Story and photos by Chet Piotrowski Jr.

Ryan Ghere sits on a chair at the far corner of the sideline benches at Mattoon High on Monday night, watching silently while his Greenwave players are frustrated by Richland County’s defense. 

It’s senior night. His last as head coach to the varsity girls program at Mattoon High.

Ghere is moving to an administrative role that will need his full attention.

At the moment, though, the offense isn’t reacting with the efficiency he would prefer. 

His daughter, Lily, among five seniors, clears the ball off from the goal line but it hits a Richland player. Afterward, Lily gets pushed to the ground and the ball then lands in her lap. The players from both teams stop. But the official hasn’t blown his whistle. So Lily kicks the ball while lying on the ground.

Ryan Ghere roars.

“Why are we not playing?” he yells. “It’s OK to play it off the ground if no one is around you!”

Ten minutes in, Lily gets Mattoon on the scoreboard, scoring on a penalty kick to make it 1-0.

But MHS’s offense continues to sputter.

Sophomore Bella Masse takes a shot moments later that hits the crossbar.

A Richland County player drops to the pitch after being hit in the face with the ball on the far sideline. The official stops play and calls a trainer over.

The elder Ghere stands up watching, quietly observing the hurt player.

“I’ve done it a long time,” he said. “Growing up in a coaching family you know? The other thing is being on the other side of it the beginning of my career. Starting off the boys career, we started off with zero wins my first year, two wins my second, and four my third. When we started the girls, we were brand new. We had girls out here who never played soccer. We were humbled early both in boys and girls. By doing that, you see both sides of the game.”

He says his reverence for the sport comes with age and experience.

“When I was young, I yelled a lot,” he said. “People think I yell a lot now. They should’ve seen me 15-20 years ago. I used to yell at the officials every game. Got lots of yellow cards. Having kids is another one. You see what teenagers are like at home as well as on the field.”

Play resumes. Ryan sits back down, watching the team struggle, frustrated. So he pulls five starters, questioning them on their play – challenging them to do better.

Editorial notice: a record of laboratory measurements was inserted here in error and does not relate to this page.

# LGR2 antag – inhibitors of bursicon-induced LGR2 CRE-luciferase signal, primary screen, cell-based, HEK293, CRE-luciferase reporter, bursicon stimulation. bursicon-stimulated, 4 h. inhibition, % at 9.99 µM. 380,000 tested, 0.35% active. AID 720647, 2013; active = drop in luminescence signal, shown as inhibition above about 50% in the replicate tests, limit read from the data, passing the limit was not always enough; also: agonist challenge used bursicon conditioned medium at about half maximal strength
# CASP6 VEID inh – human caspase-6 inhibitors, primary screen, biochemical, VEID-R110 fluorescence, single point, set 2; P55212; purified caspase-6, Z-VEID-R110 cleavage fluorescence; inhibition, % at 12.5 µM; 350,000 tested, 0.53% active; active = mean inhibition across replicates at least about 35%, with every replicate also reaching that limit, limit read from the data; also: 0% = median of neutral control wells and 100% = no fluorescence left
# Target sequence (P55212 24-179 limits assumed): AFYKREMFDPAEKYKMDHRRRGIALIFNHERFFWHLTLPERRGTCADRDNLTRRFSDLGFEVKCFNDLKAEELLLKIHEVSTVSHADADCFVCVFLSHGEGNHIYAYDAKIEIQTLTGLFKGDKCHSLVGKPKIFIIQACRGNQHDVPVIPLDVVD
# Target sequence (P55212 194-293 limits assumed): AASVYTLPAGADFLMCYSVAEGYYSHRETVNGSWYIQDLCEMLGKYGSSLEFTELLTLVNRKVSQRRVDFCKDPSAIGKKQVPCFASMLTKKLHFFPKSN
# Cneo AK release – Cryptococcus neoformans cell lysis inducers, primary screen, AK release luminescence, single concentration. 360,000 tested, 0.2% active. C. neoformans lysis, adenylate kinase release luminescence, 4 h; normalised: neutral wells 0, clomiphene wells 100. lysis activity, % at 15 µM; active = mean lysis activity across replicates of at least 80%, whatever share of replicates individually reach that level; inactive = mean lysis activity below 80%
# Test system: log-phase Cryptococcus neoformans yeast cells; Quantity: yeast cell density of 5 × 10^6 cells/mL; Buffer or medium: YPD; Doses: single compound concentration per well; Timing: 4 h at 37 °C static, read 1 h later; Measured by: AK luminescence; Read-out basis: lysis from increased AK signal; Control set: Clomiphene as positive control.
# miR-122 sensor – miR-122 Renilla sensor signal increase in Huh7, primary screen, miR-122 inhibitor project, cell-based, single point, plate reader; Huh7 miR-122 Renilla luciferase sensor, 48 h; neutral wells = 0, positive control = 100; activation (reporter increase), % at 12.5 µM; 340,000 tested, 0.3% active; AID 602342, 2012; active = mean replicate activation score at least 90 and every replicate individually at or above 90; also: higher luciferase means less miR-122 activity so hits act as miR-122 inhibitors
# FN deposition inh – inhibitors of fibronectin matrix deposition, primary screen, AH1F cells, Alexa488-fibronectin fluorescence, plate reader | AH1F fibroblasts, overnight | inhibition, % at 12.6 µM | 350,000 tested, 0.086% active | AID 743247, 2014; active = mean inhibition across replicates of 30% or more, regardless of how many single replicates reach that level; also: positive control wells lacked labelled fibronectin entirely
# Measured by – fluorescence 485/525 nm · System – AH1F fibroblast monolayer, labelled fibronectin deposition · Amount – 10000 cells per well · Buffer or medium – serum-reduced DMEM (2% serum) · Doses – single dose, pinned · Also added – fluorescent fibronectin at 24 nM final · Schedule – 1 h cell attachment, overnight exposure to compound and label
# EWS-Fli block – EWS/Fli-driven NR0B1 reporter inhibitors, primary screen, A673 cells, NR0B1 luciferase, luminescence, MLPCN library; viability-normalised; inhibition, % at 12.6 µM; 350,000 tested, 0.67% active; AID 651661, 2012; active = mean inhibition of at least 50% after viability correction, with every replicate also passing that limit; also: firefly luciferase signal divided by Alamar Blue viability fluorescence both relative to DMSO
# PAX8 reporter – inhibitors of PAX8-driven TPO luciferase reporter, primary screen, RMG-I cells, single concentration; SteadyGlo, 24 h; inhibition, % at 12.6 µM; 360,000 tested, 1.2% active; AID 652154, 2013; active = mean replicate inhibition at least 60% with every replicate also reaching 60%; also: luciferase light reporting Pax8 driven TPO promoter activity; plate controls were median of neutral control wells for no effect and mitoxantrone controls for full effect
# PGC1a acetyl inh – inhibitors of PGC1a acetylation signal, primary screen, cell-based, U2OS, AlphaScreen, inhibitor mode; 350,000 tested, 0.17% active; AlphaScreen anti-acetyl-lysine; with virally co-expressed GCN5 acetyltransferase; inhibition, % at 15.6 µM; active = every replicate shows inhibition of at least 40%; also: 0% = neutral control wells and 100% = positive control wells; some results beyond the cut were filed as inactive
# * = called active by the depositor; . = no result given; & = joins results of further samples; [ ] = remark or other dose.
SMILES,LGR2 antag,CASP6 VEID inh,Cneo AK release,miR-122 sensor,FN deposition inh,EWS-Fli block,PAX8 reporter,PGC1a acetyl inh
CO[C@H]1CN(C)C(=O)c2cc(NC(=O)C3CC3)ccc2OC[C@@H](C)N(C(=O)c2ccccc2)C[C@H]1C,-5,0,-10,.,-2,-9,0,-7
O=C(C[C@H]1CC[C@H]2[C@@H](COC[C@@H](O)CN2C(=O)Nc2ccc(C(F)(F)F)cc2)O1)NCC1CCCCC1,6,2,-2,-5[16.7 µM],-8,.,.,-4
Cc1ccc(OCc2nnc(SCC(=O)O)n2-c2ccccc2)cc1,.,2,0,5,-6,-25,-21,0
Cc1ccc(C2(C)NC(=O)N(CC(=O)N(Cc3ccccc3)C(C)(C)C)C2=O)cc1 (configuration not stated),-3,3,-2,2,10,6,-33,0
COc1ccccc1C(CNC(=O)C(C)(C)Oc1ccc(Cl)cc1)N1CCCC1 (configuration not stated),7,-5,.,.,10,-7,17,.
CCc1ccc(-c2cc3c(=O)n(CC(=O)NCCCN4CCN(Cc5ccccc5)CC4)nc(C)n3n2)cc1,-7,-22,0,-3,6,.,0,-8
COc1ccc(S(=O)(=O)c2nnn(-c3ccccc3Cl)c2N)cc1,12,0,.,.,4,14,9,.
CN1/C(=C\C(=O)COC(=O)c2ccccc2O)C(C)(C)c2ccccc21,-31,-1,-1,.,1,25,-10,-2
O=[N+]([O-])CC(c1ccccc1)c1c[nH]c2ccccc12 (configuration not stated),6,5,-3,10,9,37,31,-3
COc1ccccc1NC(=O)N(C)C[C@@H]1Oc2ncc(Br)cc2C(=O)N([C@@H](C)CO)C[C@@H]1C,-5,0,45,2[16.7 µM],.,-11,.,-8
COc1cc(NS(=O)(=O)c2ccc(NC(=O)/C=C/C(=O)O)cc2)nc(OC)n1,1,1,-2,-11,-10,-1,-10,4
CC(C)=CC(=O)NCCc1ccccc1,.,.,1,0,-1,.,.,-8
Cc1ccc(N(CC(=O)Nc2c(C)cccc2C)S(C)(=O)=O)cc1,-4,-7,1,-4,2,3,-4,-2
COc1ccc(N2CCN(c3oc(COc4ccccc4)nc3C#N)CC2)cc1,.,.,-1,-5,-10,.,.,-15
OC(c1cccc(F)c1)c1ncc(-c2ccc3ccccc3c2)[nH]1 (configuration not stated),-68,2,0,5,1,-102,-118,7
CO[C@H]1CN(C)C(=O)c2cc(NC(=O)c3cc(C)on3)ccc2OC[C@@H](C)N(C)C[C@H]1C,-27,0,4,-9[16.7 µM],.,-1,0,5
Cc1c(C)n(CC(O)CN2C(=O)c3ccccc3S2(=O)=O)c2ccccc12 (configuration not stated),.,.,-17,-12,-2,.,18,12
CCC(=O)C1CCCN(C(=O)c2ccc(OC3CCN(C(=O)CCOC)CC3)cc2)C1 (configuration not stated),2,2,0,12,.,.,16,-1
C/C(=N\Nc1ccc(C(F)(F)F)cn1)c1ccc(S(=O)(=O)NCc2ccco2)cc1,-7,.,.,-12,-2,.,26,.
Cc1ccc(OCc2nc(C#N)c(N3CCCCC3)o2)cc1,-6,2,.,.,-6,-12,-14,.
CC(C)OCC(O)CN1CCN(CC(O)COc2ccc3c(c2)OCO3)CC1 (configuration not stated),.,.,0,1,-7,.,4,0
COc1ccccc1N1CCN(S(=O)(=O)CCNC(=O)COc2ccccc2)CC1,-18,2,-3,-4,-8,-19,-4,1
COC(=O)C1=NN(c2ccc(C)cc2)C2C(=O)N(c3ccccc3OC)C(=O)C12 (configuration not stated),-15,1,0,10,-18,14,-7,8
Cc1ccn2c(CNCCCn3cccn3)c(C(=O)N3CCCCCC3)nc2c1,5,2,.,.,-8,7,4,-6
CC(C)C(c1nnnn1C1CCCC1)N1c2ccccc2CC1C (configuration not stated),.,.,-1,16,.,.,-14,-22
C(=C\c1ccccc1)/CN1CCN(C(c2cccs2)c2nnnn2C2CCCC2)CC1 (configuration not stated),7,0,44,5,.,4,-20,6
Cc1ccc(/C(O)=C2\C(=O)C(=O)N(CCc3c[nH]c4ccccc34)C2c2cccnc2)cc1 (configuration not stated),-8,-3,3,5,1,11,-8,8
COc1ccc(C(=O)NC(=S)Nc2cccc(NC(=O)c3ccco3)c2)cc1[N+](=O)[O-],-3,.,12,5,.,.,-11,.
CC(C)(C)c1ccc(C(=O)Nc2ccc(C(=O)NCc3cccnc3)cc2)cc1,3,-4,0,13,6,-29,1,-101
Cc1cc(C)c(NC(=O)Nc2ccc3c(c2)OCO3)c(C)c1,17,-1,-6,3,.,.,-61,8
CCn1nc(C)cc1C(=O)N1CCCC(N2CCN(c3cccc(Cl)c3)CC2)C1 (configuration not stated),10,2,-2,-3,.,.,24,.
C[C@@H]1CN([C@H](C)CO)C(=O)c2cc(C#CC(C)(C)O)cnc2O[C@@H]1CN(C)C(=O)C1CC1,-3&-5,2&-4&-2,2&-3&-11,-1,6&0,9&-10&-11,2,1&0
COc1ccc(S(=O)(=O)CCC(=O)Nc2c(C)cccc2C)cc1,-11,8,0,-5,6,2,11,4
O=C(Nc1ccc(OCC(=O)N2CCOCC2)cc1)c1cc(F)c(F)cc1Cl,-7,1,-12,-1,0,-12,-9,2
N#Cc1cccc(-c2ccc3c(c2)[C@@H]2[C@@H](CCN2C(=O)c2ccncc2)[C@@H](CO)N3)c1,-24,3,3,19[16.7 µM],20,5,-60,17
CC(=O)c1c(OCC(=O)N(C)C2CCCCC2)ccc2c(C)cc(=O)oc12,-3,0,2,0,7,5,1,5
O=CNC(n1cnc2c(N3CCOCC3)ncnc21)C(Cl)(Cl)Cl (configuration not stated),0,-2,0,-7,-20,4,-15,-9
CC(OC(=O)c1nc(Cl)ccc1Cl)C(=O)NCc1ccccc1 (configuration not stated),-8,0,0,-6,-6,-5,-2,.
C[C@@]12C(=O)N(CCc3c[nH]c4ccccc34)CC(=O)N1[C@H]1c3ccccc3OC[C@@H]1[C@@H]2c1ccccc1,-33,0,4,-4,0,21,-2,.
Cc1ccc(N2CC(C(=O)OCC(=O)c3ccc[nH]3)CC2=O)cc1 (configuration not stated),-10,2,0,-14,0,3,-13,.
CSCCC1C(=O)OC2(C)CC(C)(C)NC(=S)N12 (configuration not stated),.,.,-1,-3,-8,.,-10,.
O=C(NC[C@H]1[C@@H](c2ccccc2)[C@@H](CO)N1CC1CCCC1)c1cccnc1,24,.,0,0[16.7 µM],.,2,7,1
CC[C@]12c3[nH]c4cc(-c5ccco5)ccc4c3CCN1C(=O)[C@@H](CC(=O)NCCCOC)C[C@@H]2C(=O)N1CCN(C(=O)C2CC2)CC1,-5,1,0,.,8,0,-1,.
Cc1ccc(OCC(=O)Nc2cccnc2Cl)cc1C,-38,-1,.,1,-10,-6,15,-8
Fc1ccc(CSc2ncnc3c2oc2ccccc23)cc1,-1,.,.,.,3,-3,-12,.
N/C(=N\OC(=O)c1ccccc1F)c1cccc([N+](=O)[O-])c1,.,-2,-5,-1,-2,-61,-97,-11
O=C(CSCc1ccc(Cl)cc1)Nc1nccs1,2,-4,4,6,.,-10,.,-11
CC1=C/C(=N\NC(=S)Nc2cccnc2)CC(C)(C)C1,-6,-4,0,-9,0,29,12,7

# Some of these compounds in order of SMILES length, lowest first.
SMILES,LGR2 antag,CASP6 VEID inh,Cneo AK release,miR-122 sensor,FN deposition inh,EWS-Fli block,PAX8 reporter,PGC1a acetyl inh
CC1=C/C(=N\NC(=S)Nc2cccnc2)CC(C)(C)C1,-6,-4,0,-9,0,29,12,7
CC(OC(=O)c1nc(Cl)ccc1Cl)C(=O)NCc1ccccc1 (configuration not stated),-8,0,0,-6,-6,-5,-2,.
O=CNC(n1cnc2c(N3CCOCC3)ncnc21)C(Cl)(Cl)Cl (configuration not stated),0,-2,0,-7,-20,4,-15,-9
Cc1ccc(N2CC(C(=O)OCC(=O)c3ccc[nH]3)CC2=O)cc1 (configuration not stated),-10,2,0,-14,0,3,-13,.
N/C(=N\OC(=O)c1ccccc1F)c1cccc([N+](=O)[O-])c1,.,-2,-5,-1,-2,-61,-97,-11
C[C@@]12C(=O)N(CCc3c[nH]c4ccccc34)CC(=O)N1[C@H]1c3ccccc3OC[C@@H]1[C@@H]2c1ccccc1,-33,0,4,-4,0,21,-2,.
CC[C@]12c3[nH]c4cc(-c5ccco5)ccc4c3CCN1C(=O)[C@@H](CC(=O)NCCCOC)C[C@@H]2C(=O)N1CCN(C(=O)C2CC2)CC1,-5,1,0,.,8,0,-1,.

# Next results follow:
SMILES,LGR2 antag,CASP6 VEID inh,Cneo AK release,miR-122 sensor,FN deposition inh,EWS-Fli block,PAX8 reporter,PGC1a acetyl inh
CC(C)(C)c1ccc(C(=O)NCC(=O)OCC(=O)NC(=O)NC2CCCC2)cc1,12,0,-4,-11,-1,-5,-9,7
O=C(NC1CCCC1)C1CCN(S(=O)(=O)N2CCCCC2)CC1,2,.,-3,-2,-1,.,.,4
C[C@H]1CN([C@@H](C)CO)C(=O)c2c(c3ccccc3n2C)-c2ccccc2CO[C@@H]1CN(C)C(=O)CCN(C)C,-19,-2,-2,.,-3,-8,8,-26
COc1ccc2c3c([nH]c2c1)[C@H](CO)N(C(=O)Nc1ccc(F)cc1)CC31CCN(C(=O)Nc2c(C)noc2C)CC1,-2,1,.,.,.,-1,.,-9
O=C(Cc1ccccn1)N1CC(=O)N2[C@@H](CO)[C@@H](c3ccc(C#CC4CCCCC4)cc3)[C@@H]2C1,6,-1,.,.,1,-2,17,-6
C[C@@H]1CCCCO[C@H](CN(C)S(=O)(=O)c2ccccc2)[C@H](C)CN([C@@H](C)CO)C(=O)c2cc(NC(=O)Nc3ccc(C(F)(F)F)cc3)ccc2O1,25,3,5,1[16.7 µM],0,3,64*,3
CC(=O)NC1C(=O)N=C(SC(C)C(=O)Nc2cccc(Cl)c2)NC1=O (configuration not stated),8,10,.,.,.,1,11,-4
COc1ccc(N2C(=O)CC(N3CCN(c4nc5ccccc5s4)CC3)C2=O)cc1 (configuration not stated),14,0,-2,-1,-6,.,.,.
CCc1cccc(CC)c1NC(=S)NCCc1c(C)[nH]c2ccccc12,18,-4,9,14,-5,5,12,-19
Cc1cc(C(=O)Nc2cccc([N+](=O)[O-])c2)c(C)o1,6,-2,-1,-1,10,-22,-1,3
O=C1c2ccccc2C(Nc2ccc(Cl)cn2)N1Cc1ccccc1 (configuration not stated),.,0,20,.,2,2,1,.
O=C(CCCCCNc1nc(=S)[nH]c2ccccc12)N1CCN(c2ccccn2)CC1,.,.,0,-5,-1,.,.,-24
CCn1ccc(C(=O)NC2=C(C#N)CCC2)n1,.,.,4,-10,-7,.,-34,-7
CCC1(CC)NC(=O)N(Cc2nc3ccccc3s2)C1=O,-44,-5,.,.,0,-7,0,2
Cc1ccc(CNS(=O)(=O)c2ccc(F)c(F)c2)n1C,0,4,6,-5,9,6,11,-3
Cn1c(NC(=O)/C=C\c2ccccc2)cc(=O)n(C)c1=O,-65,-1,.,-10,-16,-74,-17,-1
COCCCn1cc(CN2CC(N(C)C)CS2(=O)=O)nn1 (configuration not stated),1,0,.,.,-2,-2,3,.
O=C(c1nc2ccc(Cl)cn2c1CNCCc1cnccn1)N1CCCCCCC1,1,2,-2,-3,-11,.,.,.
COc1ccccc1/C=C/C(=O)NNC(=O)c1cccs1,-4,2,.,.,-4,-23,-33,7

“Wake up!” he yells to his team.

The five substitutions carry the offense better out of the midfield.

The five starters re-enter.

Lily misses a pass by not going diagonal down the midfield. The coach is not pleased.

“What position can I play you tonight?” he says as she runs up the field disappointed with her play.

“Whenever he says that kind of stuff to me, I get mad,” Lily says. “It makes me play better. He knows how to coach me because he’s been doing it for so long.”

He says that he’s a coach on the field and a dad everywhere else.

“With all of the kids (including his sons Jake and Shane), we have kept the game and home separate,” he said. “We very rarely talk about soccer off the field. If we talk about a game at home, it is always positive and the kids have to bring it up. There is enough pressure on them to be successful because they are the coach’s kid. I don’t want to add to that pressure. As soon as we leave the soccer field, I am just dad. It has worked out well to keep a balance.”

The Greenwave lead 1-0 at the halftime. 

He is not pleased.

He takes his chair and faces the starting 11 while everyone else arcs around the team listening intently.

The fans are anticipating a loud halftime speech. But you can hear a pin drop.

The team retakes the field.

Senior Taylor Kovach scores just two minutes into the second half, off a corner kick from Lily Ghere.

Four minutes later, Lily was knocked off the ball and thrown to the ground by a Richland defender – and awarded a direct kick from about 20 yards out.

The shot is like a missile, going over everyone’s head into the top left corner. The goalkeeper didn’t have a chance. 

“She knocked me down and I was like ‘In your face. Prove a point, don’t shove me,” Lily says. 

Thirty seconds later, junior Piper Sanders scores midst a scrum near the net, putting Mattoon up 4-0.

A few weeks ago, MHS had defeated the Tigers on the road, 6-0. This game is headed that way.

Lily scores three more times within a nine-minute span highlighted by a beautiful header five yards in front of the net off Masse’s corner kick.